When his assets forfeiture trial in the United Kingdom begins on April 13, former Delta State Governor, James Onanefe Ibori, will be confronted by fresh evidence from former chairman of the Economic and financial Crimes Commission (EFCC), Mallam Nuhu Ribadu.
Ribadu, whose attention is currently taken up as Governorship candidate of the Peoples Democratic Party (PDP) in Adamawa State may be unable to attend the trial in person.
But the Crown (prosecutors) say Ribadu’s fresh evidence would be used against the former Governor who is currently serving a 13-year-sentence for money laundering in the UK over charges to which he had pleaded guilty.
Mr Anthony Pitts, the judge in charge of the £89m confiscation of assets hearing, disclosed on Monday that he had to put a surgical procedure on hold, to be available for the aborted hearing when it starts again on April 13.
The Southwark Crown Court judge revealed this in courtroom 14, when the pre-hearing sitting took place at 9.30.
The court was also told prosecutors would not call back Ribadu to come and give any evidence again. However, they will rely on the extra witness statement he had given them – after his appearance at the same court last year.
Monday’s sitting, though lasting not more than 90 minutes from half nine, was quite dramatic and perhaps a shape of things to come when the £89m case kicks off.
As soon as Pitts took his seat, proceedings were swiftly opened by the Crown (prosecution), Esther Schutzer-Wisemann, who on telling the court that the hearing would last between six and eight weeks, was interrupted by the judge, who said: “I was told six weeks,” adding: “I have an operation which I should be having now, but I pushed it back till the end of the six weeks,” in order to close the chapter on the case.
Apparently sensing that the case might go beyond the six weeks, the judge then informed both sides of the bench that: “I’m not pushing it back any further.”
Perhaps shocked by the disclosure, Schutzer-Wisemann, pledged that the prosecution would try to stick by the six weeks which had initially been communicated to the judge.
Ibori’s defence, led by Ivan Krolick, then opened from their side by accusing the Crown of not following what he claimed was an order by the judge.
He told the court that the prosecution had not given an indication of which part of the trial evidence they were going to rely on. He also accused them of not giving a “disclosure of all the evidence we had asked for.”
As if pleading for the judge to compel the crown to signpost them, Krolick said:” they haven’t told us which evidence they will rely on.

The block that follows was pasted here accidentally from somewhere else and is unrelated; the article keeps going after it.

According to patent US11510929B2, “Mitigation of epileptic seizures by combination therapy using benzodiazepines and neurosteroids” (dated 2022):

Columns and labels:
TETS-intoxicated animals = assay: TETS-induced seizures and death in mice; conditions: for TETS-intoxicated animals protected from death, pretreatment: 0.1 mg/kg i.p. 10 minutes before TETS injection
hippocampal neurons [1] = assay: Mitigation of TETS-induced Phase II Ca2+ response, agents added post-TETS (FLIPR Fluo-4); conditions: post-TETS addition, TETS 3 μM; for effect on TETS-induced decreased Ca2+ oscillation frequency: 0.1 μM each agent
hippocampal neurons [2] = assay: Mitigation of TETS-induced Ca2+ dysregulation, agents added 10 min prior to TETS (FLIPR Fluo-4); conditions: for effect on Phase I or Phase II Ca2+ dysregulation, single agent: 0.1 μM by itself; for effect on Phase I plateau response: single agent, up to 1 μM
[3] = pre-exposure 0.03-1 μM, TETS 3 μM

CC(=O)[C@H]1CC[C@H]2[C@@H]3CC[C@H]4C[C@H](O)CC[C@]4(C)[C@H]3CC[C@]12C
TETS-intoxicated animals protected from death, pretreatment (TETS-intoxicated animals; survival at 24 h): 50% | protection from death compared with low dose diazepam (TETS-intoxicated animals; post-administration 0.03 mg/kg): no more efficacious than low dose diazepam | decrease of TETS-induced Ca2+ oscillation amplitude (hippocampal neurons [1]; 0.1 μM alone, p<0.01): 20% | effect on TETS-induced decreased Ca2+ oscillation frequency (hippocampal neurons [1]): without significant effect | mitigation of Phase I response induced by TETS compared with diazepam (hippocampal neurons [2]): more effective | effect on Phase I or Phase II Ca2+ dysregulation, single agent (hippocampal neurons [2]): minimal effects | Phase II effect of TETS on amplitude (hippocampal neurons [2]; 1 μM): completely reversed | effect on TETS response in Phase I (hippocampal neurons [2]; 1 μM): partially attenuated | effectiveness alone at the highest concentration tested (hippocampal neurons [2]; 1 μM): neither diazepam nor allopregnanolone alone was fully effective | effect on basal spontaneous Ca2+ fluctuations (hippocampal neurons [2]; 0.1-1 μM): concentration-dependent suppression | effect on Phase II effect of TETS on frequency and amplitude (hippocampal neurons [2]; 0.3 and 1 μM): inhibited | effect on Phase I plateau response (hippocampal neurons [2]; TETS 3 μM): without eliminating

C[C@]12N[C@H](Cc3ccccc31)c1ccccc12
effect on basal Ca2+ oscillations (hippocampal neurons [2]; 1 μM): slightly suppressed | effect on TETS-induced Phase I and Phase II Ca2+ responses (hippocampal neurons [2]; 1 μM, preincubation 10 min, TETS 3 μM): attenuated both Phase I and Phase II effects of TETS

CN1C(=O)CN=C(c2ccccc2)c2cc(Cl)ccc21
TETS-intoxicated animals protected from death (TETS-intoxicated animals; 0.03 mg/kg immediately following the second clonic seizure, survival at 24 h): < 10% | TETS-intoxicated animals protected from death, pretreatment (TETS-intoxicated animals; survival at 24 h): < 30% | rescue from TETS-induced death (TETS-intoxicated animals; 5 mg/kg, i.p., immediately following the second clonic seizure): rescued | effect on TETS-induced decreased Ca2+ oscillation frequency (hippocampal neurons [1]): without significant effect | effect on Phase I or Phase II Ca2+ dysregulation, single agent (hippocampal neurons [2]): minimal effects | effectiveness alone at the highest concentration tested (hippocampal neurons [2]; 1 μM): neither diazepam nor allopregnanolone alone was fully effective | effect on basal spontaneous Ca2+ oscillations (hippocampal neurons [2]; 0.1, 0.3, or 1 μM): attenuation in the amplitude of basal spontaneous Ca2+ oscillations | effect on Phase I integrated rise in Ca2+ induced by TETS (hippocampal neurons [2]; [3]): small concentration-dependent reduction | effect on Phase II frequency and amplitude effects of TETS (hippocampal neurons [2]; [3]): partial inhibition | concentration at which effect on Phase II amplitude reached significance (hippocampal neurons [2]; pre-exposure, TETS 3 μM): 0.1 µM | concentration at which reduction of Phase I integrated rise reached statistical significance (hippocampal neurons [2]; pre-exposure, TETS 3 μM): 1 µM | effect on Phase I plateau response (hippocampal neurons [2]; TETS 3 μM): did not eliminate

“Were the case to proceed ,” and he quickly noted that: “I’m not asking for an adjournment ,” the problem for them is: “we will have 66,000 pages to deal with.”
Seeing that the judge was not shifting ground nor intervening, Krolick disclosed: “ I’m not asking for an adjournment , but that – the judge make an order – by Wednesday of this week, they tell us what they intend to rely on.”
Krolick repeatedly tried to get the judge to compel the Crown to tell them which of the 66,000 trial evidence they would be relying on to no avail. He reminded the Pitts again that they weren’t asking to be spoon-fed by the Crown, but that; “all we want them to say is what they’re going to rely on in these proceedings.”
Continuing, he said: “We don’t ask for things which are not necessary,” and the reason for the request is because “we can’t cope with the enormous -quantity of – trial evidence.”
Apparently frustrated that the judge was doing nothing as he continued his address, the defence counsel then said: “I ask that the Crown be ordered to comply with the – said – order made against them,” to signpost their evidence.
The Crown then responded, reminding the court that “the Crown has always said over a year and a half ago that they will rely on all the trial evidence.”
Moreover, “it is not necessary to tell them which of the evidence “we’ll be relying on. What matters is that they are all available in court.”
However, she revealed that three policemen would give evidence.
The Crown’s lawyer also noted that:”since Mr Ribadu gave evidence to you last year and was cross-examined by all parties, they won’t be bringing him back for reasons, including cost and perhaps, his own availability.
But “what the Crown intends to do is they will ask your honour to read the notes,” and also the fresh evidence he gave them afterwards,” he said.
At that instance, Krolick stood up, asking if the Crown intended to use the “fresh evidence,” of Ribadu. The prosecutor replied “we will.”